Accelerated price disclosure has significantly impacted and reduced community pharmacy’s ability to remunerate their staff more than what they have been able to manage. Historically, and there is evidence to demonstrate this, when the gross profit dollars per prescription increases, pharmacy proprietors have passed some of this on to their team in wage growth. This has been very difficult to do in recent times.

          To answer your question – along with my colleagues within the Guild, we advocate as strongly as we can to increase opportunity, remuneration and recognition for the community pharmacy network. With more remuneration flowing to the community pharmacy network there is a greater opportunity to reward quality staff appropriately and recognise them.

          I know I would take the earliest opportunity to do so, and do the best I can in my pharmacy to do so as do a number of proprietor colleagues.

          As stated above from the excerpt of an email broadcast to Victorian members, I believe the pharmacist award rate should be higher and have never paid a pharmacist in my employ the award rate no matter the classification.

          Under the Australian workplace relations system the intent of the award rate is not meant to necessarily represent a market rate for remuneration of a position but at least act as a minimum safety net.

          The Work Value case – brought to the Fair Work Commission under the criteria allowed under the act to review remuneration for ‘work value reasons’ is not simply a discussion of what the award rate ought to be or what we think it should be. It is about demonstrating substantive evidence to satisfy the criteria and test of significant net addition to work value.

          Anthony Tassone
          President, Pharmacy Guild of Australia (Victoria Branch)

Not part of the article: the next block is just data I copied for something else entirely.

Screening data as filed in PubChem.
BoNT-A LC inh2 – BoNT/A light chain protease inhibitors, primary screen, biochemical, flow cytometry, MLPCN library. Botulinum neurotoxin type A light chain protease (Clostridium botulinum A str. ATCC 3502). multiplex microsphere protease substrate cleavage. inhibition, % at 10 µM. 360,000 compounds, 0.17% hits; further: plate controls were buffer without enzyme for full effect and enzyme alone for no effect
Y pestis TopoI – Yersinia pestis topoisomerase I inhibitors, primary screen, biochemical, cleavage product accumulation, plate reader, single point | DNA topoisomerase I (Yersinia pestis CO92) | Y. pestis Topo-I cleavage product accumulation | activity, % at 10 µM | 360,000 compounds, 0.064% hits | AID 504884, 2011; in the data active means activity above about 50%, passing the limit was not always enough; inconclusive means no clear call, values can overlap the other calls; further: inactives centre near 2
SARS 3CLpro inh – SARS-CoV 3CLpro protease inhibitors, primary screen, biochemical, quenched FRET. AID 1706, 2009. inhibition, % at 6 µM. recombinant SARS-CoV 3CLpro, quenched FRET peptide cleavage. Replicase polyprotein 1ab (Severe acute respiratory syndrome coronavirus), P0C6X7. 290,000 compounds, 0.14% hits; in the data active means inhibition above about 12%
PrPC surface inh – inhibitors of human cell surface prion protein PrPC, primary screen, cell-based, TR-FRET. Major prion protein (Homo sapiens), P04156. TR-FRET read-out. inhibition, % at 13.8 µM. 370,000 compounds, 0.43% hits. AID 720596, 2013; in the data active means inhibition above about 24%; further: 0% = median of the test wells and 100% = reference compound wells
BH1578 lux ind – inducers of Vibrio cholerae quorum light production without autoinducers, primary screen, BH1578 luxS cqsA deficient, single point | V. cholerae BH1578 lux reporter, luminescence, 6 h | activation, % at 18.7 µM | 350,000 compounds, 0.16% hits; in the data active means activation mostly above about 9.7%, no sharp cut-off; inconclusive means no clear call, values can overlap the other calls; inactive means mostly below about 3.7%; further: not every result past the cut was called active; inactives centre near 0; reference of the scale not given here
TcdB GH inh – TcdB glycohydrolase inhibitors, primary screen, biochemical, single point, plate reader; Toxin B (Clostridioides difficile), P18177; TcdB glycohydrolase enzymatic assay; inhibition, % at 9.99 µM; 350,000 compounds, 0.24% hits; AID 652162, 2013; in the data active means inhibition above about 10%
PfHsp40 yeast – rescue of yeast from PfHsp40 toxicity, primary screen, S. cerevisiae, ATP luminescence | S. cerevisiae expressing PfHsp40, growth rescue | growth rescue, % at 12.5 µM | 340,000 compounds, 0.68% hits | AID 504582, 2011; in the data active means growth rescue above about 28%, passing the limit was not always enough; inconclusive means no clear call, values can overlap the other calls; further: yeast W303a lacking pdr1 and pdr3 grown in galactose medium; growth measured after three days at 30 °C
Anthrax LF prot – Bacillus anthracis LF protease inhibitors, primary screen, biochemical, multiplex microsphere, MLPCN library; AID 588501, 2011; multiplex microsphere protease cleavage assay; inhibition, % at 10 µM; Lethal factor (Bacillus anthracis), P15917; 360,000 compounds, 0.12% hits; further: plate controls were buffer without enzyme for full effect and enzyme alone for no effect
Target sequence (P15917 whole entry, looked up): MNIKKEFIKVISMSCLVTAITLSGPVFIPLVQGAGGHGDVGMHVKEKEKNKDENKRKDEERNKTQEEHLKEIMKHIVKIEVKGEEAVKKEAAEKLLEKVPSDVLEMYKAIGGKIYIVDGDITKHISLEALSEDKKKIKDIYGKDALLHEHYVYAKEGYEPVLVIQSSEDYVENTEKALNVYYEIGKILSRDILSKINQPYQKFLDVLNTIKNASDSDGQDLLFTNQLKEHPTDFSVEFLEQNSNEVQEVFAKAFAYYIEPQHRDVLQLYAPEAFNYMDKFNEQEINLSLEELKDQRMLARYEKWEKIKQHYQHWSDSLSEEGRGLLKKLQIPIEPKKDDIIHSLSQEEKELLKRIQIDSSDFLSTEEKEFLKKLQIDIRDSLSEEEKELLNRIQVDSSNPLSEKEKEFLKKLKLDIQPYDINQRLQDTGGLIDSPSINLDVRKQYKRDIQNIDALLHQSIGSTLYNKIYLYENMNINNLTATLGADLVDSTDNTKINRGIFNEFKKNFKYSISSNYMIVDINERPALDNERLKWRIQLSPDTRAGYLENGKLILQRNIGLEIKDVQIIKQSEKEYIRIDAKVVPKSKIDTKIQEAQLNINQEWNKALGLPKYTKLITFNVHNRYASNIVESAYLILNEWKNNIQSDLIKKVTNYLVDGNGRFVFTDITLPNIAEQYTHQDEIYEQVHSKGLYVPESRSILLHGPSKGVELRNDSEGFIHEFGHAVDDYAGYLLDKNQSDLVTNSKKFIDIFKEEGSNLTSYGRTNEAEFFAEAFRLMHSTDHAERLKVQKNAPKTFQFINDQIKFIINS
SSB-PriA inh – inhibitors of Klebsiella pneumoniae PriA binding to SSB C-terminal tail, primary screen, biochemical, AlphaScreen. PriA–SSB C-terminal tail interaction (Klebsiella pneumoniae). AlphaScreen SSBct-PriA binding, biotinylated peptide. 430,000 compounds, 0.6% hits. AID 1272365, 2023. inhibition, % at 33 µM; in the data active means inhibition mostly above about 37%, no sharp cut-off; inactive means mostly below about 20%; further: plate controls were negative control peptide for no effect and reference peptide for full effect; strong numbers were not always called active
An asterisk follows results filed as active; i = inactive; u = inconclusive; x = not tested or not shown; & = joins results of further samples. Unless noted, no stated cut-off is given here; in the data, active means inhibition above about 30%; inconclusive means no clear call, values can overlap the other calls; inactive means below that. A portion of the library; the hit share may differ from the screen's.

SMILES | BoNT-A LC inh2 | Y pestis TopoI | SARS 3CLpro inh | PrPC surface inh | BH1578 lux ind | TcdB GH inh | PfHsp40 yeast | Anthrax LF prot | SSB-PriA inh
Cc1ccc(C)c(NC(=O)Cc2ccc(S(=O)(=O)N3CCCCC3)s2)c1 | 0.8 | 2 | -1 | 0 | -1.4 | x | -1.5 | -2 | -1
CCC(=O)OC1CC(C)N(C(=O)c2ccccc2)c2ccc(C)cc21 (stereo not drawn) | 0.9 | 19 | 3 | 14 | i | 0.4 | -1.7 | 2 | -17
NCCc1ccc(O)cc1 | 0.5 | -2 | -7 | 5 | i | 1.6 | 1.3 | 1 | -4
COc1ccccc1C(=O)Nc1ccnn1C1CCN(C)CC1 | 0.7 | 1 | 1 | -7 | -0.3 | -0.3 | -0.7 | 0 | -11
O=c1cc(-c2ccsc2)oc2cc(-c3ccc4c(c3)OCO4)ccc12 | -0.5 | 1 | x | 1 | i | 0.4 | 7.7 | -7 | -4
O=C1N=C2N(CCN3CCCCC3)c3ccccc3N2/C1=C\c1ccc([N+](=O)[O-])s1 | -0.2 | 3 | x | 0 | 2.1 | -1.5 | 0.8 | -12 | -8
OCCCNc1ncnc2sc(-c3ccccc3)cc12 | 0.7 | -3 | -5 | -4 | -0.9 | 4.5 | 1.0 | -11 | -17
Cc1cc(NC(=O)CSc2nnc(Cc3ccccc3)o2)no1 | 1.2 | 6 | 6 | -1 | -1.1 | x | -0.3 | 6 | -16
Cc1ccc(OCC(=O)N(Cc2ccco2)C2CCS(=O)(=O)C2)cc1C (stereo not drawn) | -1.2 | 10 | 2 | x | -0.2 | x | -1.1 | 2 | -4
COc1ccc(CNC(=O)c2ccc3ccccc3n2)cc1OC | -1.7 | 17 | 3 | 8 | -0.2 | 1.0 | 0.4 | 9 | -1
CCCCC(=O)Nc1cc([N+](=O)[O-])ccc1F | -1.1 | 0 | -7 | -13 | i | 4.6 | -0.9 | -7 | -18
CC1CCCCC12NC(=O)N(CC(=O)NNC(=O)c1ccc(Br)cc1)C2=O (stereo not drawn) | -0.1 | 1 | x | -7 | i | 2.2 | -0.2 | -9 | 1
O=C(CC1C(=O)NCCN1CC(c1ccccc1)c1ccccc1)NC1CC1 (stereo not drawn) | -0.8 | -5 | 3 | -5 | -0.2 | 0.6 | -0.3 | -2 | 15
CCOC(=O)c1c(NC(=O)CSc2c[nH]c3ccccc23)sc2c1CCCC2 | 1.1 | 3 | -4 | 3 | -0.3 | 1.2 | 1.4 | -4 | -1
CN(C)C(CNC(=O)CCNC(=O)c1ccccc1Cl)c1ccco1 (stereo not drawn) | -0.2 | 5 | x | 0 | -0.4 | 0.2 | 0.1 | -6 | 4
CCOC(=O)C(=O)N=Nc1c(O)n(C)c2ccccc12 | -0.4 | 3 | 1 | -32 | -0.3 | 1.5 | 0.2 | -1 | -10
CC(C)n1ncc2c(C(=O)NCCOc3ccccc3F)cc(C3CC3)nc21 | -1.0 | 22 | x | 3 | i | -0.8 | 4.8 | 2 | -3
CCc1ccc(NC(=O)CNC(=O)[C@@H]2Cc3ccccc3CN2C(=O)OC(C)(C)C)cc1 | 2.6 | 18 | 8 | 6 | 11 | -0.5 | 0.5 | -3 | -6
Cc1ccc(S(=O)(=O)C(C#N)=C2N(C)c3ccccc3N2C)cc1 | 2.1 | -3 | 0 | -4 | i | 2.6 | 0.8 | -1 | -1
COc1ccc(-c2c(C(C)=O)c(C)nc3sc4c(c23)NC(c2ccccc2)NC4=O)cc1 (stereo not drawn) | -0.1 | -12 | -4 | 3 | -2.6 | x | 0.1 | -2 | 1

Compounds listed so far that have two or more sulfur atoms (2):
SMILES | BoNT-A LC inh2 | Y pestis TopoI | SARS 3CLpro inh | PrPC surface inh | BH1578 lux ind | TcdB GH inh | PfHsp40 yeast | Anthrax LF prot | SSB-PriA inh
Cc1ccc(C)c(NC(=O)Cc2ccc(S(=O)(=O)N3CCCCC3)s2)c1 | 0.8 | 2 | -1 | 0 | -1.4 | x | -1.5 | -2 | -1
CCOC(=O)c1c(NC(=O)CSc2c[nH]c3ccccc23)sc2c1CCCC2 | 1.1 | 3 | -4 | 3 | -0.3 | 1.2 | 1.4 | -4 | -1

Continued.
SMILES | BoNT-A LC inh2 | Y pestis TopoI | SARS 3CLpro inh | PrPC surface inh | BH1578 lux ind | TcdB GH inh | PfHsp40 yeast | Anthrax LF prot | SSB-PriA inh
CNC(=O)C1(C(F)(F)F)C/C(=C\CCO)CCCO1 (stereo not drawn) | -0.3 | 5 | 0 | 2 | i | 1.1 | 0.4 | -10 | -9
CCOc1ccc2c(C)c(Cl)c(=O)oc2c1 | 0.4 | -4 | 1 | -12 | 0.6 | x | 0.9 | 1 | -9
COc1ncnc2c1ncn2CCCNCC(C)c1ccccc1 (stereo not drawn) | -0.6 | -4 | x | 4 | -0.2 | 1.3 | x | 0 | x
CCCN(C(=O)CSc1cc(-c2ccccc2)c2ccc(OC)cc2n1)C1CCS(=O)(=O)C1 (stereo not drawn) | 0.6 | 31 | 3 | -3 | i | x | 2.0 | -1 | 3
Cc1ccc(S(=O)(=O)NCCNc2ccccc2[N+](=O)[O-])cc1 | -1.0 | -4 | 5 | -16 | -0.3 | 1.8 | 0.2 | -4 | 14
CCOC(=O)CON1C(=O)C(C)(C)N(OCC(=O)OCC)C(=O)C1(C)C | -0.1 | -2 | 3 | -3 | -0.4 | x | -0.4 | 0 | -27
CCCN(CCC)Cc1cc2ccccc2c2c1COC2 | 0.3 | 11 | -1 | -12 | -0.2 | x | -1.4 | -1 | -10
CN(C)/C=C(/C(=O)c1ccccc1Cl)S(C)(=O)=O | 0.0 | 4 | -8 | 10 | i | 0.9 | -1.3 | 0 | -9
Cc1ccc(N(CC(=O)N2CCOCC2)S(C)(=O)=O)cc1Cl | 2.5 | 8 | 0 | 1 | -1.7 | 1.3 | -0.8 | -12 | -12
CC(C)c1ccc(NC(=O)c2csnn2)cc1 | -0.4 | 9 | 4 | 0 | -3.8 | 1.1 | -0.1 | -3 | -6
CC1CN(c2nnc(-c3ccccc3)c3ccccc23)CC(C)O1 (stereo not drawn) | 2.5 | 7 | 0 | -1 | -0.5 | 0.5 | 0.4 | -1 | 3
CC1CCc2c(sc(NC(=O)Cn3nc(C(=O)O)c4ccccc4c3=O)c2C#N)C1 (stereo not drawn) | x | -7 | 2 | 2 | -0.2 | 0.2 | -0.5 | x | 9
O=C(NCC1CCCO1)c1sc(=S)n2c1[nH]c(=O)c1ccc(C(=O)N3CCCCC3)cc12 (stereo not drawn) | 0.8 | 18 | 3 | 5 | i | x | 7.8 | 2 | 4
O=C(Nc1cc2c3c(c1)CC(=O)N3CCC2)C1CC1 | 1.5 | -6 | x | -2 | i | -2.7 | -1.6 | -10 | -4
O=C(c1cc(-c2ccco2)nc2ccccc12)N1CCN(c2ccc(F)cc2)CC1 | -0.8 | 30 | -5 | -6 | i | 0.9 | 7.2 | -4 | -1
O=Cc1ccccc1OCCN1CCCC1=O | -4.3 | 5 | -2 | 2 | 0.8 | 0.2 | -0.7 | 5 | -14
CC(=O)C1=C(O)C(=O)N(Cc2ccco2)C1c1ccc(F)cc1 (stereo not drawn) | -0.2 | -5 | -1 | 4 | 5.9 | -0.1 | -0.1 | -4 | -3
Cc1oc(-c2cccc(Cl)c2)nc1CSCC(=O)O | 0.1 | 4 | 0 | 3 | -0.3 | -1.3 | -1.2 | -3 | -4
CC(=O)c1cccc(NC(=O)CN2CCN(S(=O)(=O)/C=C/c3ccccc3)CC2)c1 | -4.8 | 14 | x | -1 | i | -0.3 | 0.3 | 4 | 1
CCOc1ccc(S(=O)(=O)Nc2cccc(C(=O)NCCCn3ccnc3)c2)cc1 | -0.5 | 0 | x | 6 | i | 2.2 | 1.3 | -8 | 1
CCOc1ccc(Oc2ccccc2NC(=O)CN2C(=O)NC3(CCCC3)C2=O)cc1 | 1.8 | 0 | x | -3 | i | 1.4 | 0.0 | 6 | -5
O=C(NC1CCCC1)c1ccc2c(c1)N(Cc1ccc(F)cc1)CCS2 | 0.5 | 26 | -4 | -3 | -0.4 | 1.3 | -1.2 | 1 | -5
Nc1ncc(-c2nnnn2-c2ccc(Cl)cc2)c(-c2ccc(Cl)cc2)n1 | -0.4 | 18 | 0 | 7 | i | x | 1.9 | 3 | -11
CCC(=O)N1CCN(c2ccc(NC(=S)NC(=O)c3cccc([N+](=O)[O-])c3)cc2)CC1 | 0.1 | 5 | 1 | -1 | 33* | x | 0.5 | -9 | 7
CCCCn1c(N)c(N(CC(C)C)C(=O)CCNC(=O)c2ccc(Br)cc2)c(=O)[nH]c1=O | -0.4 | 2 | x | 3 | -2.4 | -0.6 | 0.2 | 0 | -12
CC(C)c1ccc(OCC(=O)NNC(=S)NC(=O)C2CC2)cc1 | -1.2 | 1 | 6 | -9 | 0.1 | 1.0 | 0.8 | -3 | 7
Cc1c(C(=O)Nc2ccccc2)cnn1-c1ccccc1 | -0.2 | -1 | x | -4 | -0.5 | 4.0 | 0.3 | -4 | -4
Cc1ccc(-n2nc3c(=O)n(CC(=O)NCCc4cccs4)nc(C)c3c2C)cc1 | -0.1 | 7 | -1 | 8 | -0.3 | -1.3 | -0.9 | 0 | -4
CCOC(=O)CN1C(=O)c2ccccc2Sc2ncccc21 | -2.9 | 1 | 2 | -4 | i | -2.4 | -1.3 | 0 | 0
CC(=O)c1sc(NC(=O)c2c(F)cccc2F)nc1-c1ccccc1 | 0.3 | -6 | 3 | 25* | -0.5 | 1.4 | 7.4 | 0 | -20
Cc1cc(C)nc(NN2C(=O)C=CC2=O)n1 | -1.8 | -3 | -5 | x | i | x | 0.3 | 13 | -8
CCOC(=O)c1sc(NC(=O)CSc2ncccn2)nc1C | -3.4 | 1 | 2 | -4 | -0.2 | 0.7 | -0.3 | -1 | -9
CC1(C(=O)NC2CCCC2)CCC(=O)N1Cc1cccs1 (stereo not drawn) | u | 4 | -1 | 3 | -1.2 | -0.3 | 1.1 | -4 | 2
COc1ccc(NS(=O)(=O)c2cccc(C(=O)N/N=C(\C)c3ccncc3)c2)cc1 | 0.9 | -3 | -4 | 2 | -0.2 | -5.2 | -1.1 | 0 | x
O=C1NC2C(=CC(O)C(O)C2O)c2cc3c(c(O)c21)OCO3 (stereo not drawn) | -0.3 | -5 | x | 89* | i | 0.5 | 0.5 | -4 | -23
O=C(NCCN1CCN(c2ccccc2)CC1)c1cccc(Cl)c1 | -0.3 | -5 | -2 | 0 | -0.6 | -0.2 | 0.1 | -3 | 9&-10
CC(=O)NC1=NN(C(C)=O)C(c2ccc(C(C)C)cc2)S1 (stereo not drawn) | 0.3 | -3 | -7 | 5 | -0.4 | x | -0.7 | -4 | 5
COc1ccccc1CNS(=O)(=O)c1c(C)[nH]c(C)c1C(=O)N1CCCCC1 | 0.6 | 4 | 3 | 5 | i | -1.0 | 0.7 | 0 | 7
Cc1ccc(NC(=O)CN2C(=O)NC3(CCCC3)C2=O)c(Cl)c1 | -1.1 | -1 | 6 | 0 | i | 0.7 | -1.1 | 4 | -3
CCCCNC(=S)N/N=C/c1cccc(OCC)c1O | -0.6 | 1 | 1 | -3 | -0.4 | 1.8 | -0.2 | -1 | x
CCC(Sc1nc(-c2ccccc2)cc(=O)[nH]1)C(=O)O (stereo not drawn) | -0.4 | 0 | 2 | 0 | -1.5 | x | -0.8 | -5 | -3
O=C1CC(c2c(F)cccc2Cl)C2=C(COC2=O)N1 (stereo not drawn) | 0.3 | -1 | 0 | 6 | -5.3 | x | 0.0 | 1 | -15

• United we stand

            With regards to your statement:
            “I personally believe the pharmacist award rate should be higher than it currently is and have never paid the award rate for a pharmacist employed in my team”

            You must understand as a Guild president your actions no longer affect the lives of a handful of pharmacists working for your business but over 20,000 pharmacists across Australia and many more who are undertaking their studies as we speak.

            Even if you pay above award, the sad fact is many discount chains do actually follow the award rates. A matter that the Guild is well aware of. The Guild represents the entire community pharmacy not a dozen of pharmacies that are Guild representatives.

          • GlassCeiling


            You proudly represent the Guild as a state President. Your organisation makes submission to deny your colleagues and employees a rise in the ‘ safety net’ but you personally approve of a raised award.

            It is great you pay your pharmacists above award . The award is so low any above award payment is likely to be meagre.

            ” Thoughts and prayers” comes to mind . Actions speak louder than words and your actions in representing the Guild clearly indicate your apathy toward employee welfare and worth.

            The exodus of pharmacists continues- Many Guild members had better return to work to learn how to be pharmacists again to ensure continuity of care.

Leave a reply